A sermon offered
December 16, 2012
at St. Nathaniel’s Episcopal Church
North Port, Florida
Advent III-C: Philippians 4:4-7; Luke 3:7-18
The peace of the Lord be always with you . . . (and also with you!)
And the peace of God, which surpasses all understanding, will guard your hearts and your minds in Christ Jesus!! . . .
I speak to you in the name of the Father and of the Son and of the Holy Spirit . . .
As I was looking into the scripture readings for today – thinking how I might start the sermon – how I might greet you all today – two possibilities jumped out at me.
One: I could go with tone of Paul’s letter to the Philippians and greet you as brothers and sisters in Christ – and in the peace and joy of the Lord – – – OR, the other option was that I could go with the gospel reading – and in the words of John the Baptist ¬ – begin the sermon by calling you all A BROOD OF VIPERS!! Now if you were to take me seriously on this one, I didn’t quite know how you might react – but I suspected that it wouldn’t be pretty – – – so I went with the always popular and always gracious — peace of the Lord …
This is not to say that the Baptist doesn’t have some very valid and much needed points to make – and his aggressive approach should probably be heard as a challenge to rise to a higher level of spiritual being, a challenge to move in new directions through true repentance, a challenge to give up false claims to righteousness and security based on who you are and who you know.
John the Baptizer’s challenge is to get ready for the one who is coming, the one who will baptize, not with water but with the Holy Spirit. This getting ready – watching and waiting with anticipation of something new and wonderful – this is what Advent is all about.
John’s rhetorical style may be a bit abrasive, rough around the edges, but at the heart of his message is the Good News that the light of Christ is coming into the world . . . the Son of God is coming to us, coming to live in and among us . . . and this is definitely something to rejoice about!!
And rejoicing brings us to this Sunday, the third Sunday in Advent, which is traditionally known as Gaudete Sunday. Gaudete is the Latin word for rejoice. This day is traditionally the day during Advent when the focus on getting ready, the focus on the discipline of Advent preparation, is relaxed a bit. And it’s also the day we light the rose colored candle on the Advent wreath, the candle that symbolizes joy.
In the epistle reading Paul invites us to “rejoice in the Lord always.” Today is a day not to be troubled or worried, a day when we remember that God’s peace is so wide and deep that it passes all our understanding. Today is a day to remember that God wants us to be happy – the kind of happy that goes deep and sustains us even through hard times.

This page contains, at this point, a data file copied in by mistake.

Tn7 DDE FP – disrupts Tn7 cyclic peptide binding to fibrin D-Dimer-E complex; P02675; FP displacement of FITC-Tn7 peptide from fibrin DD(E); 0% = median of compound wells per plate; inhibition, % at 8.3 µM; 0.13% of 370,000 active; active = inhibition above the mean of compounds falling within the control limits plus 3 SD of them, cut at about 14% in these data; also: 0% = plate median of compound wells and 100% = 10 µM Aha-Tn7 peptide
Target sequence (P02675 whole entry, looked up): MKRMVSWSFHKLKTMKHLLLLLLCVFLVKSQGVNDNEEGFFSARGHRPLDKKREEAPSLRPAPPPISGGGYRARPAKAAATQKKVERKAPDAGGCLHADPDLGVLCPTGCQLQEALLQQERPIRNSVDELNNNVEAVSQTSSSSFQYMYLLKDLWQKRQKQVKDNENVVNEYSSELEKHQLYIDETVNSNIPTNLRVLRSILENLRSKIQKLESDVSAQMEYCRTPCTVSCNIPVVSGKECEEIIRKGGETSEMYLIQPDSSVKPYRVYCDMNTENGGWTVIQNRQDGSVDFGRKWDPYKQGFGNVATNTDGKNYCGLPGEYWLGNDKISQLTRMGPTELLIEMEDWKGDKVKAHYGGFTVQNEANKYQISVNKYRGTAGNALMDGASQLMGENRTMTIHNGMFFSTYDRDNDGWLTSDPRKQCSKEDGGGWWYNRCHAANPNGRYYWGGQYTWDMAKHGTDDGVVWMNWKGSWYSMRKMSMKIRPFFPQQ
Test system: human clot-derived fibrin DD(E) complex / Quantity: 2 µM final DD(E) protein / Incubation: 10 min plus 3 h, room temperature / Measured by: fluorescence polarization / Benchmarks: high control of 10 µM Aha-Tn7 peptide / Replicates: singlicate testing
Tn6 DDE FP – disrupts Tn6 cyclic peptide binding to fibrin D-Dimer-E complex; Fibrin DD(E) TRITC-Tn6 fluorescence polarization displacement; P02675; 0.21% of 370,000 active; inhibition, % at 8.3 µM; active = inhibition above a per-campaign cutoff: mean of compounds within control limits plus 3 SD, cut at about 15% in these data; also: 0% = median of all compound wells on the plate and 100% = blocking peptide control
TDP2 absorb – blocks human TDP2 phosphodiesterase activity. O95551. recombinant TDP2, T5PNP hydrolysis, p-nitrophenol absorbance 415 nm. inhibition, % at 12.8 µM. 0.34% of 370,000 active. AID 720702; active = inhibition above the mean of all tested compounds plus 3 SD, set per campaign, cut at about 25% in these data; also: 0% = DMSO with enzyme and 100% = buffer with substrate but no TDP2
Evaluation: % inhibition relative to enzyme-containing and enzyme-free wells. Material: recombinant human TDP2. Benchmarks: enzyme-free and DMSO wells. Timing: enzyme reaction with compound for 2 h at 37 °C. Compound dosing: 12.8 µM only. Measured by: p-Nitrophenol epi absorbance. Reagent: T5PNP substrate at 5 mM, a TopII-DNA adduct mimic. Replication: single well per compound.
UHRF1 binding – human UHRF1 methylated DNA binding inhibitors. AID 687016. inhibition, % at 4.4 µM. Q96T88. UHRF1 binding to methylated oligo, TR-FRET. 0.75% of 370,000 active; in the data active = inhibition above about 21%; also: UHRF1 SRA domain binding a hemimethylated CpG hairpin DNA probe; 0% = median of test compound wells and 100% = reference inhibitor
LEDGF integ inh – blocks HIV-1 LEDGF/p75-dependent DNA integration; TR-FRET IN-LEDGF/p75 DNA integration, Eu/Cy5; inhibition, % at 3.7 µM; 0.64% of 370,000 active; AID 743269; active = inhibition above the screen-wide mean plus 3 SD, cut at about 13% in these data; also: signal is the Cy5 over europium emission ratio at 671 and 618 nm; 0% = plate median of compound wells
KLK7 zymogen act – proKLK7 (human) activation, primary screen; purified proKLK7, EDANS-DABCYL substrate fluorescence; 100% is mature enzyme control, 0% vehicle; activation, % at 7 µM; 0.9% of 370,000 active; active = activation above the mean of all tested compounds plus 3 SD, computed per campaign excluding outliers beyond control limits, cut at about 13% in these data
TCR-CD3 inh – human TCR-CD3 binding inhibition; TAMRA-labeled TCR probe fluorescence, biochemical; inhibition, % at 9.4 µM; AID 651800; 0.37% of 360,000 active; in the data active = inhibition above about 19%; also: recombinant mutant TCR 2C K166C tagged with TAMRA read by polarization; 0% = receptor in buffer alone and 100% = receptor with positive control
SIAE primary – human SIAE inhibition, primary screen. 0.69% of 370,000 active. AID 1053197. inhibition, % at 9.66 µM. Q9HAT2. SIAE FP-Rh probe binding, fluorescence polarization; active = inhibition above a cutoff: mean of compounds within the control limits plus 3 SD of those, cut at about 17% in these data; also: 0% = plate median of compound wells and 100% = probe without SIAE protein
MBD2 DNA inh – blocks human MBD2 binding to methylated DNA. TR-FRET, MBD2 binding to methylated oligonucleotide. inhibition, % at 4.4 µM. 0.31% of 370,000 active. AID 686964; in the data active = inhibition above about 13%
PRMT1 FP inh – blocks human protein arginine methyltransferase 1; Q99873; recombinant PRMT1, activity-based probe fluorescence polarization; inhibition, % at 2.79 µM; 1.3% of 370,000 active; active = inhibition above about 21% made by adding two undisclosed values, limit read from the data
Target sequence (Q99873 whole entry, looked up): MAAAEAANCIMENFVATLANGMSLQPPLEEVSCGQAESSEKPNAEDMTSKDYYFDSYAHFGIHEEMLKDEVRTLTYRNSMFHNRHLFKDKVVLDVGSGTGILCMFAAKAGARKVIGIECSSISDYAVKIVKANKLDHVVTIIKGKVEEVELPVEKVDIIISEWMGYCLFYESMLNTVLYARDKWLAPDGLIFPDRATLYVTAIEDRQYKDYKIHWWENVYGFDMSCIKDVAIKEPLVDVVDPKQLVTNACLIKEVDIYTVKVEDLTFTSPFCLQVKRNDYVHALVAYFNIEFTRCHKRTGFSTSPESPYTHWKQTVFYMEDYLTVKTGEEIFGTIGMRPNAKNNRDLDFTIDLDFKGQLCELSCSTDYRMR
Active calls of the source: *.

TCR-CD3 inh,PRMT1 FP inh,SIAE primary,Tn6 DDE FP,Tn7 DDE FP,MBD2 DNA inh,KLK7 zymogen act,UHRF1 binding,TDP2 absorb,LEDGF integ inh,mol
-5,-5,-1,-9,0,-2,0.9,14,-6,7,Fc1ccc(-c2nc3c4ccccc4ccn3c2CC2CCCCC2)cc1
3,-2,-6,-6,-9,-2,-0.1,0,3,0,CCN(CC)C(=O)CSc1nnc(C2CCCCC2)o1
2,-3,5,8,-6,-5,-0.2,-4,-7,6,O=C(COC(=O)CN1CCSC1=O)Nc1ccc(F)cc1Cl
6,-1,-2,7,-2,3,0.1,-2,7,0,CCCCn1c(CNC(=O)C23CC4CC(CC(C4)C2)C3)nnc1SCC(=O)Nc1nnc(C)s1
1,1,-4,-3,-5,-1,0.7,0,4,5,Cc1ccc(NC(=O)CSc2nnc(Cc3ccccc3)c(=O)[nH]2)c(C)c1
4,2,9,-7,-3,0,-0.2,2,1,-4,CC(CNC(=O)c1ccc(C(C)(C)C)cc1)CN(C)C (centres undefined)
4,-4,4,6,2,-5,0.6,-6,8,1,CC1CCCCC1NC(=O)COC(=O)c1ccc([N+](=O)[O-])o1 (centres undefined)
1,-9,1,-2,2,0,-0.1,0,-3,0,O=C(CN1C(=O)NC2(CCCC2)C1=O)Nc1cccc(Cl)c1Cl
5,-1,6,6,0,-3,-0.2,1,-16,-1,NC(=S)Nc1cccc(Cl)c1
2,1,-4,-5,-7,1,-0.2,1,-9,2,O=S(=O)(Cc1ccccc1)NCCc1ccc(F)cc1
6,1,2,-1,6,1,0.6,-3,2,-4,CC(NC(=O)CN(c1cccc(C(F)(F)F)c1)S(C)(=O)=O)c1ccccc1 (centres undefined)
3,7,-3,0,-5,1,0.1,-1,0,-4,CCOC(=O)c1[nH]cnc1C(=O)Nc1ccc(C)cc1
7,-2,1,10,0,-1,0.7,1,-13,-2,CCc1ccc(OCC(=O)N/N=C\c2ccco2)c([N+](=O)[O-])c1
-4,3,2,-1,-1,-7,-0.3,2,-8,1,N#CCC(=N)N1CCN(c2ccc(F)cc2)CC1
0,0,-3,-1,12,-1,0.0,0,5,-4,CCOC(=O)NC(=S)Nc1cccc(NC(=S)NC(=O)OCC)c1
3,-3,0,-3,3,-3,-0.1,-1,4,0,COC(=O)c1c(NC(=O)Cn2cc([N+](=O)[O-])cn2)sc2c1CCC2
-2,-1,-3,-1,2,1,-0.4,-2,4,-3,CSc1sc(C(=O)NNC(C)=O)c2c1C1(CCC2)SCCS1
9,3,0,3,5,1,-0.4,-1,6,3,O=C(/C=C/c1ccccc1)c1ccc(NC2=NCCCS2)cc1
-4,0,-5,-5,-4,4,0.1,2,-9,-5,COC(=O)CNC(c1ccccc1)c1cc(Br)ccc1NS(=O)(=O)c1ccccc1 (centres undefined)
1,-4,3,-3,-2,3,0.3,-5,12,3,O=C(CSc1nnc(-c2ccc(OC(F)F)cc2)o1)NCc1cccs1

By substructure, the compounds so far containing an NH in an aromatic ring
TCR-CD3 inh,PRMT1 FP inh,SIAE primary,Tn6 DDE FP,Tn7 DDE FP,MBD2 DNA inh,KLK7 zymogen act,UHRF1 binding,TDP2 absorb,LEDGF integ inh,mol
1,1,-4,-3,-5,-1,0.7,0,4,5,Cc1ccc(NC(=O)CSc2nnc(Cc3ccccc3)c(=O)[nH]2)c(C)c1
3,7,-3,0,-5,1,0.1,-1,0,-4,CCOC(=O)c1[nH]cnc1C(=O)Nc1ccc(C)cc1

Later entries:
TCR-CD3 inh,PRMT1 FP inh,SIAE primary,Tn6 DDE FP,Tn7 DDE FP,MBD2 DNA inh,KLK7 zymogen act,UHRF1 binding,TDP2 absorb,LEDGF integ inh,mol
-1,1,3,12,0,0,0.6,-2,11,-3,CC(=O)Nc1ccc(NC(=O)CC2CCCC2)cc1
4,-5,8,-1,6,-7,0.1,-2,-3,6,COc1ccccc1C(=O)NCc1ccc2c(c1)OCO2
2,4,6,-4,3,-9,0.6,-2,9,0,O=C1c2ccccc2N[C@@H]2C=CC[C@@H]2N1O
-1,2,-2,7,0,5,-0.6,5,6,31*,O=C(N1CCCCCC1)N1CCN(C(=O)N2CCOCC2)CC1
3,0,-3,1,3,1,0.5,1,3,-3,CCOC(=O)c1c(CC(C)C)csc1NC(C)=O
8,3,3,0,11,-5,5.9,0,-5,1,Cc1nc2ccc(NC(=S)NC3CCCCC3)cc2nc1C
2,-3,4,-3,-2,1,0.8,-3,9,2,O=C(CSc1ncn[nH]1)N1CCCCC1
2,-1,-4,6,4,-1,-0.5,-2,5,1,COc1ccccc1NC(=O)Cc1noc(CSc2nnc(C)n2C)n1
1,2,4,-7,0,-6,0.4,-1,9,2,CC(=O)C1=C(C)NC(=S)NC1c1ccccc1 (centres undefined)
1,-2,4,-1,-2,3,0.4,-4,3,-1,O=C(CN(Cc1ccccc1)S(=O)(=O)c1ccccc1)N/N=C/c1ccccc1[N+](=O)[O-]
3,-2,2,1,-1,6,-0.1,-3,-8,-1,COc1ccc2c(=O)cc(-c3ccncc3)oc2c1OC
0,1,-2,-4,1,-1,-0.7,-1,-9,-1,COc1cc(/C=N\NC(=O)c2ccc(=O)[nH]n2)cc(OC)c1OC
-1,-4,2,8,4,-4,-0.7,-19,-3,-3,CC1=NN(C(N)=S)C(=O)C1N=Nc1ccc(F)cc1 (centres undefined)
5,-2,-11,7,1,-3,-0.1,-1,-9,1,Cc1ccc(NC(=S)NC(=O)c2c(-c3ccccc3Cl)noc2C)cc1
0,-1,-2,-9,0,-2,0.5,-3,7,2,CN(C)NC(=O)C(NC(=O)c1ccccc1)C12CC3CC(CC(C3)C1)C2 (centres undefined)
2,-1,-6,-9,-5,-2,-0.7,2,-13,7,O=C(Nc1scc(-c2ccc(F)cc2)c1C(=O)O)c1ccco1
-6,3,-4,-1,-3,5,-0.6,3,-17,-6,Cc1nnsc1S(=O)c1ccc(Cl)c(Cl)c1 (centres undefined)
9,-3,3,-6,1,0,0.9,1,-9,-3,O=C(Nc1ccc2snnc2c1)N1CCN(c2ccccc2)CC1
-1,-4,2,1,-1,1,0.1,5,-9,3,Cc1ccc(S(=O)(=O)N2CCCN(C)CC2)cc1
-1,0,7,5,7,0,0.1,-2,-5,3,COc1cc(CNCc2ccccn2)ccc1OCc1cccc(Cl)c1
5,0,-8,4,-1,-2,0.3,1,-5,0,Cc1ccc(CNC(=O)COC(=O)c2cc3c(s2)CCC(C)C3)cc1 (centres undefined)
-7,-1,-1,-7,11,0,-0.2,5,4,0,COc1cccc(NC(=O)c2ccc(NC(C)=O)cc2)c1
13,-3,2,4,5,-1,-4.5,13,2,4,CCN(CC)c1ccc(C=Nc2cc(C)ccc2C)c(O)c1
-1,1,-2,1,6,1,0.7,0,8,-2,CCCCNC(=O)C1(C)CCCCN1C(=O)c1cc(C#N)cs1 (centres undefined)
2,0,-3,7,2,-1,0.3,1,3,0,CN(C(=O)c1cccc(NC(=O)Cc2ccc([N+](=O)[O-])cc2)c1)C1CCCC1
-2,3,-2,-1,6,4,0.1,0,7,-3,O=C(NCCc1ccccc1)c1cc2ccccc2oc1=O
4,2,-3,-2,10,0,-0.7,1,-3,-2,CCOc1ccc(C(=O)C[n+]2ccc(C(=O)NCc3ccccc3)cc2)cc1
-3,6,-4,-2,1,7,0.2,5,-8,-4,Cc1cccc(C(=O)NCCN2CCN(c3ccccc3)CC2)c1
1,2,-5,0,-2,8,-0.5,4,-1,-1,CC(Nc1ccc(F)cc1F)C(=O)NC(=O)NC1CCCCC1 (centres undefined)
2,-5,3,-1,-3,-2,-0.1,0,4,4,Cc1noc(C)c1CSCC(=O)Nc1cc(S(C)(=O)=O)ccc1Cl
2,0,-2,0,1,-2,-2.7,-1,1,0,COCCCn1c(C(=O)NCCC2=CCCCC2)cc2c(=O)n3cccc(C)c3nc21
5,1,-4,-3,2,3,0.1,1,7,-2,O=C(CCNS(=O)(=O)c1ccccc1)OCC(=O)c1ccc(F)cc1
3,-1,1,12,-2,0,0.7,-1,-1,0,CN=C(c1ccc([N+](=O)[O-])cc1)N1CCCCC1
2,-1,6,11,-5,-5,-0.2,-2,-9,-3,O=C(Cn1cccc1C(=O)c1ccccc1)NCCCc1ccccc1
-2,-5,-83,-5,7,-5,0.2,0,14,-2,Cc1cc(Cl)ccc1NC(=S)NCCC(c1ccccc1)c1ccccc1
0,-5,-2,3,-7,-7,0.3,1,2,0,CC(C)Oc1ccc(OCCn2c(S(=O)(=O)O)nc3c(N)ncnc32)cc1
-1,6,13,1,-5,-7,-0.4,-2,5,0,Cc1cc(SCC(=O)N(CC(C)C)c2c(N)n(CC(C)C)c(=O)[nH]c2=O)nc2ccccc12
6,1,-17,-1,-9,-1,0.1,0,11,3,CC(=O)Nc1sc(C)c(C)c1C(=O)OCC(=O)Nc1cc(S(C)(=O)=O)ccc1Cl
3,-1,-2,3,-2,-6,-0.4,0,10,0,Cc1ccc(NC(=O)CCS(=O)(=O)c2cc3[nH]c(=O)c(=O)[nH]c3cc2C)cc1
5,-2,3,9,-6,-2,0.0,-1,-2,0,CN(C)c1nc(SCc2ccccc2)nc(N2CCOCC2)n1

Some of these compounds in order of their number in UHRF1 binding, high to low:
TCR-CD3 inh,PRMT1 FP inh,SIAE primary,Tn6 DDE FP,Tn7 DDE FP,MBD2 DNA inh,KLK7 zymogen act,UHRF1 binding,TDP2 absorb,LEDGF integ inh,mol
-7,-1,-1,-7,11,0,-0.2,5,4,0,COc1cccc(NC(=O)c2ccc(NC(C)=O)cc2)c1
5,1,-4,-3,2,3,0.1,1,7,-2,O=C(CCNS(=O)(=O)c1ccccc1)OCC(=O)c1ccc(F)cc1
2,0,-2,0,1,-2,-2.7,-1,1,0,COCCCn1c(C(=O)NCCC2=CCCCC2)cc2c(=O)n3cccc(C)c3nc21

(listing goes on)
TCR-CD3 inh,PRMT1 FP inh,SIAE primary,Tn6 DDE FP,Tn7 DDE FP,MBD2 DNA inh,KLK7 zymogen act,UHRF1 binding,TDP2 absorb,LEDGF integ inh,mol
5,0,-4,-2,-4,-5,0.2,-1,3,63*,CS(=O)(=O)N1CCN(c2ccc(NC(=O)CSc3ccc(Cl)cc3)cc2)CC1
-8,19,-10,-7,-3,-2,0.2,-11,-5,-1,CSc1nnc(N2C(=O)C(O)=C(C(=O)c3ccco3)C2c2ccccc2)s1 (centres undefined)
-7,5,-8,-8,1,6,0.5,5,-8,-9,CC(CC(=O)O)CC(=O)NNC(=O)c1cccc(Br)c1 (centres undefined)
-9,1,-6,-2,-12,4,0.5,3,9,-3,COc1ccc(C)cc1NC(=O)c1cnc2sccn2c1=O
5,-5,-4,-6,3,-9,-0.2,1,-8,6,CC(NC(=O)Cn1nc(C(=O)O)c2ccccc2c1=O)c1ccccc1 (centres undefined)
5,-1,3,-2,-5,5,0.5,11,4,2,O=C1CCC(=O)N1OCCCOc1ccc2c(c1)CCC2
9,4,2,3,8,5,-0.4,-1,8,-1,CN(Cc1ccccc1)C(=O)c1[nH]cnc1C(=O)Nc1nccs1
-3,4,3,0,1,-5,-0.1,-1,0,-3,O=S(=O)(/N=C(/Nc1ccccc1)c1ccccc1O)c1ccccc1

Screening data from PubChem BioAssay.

At the same time, the experience of joyful peace is not always easy to find this time of year. For many this can be the most troubling season of the year – with the anxieties and expectations that arise around Christmas. Maybe you feel a mounting pressure to have everything “just right” for the holidays as Christmas is coming ever closer.
Paul’s answer to all this in the letter to the Philippians is “Let your gentleness be known to everyone. The Lord is near. Do not worry about anything, but in everything by prayer and supplication with thanksgiving let your requests be made known to God.”
But even with prayer and supplication, pain and heartache can overwhelm us. Sorrow and tragedy cannot necessarily be held at bay, even on days set aside for rejoicing. That Peace of God, which surpasses all understanding” can be elusive – regardless of Paul’s assurances that it “will guard your hearts and your minds in Christ Jesus.”
This past week we’ve all been drawn into mourning with the families and friends of the twenty-six victims – many of them children – killed in the shooting tragedy in Connecticut. For all of us these days are filled with grief instead of joy. This tragedy reminds us about how vulnerable we are as human beings. While we walk the face of this earth there is no place of perfect safety – no place where we are totally protected from violence.
As Christians, we know that personal suffering does – or someday will – lie directly in our paths. In this we are not alone. As Christians, we follow the way of the cross knowing that when we mourn, when we are in pain, we held ever-more tightly in the arms of Jesus – Jesus who suffered and died a violent and merciless human death – – Jesus who comforts us and draws us into his peace with the words
“Come to me all you who are weary . . . and I will give you rest.”
And so – in his peace and rest . . . Gaudate!!!! . . . Rejoice in the Lord always; again I say, Rejoice. . . . And the peace of God, which surpasses all understanding, truly will guard your hearts and your minds and His Peace will keep you in knowledge and love of Christ Jesus. . . .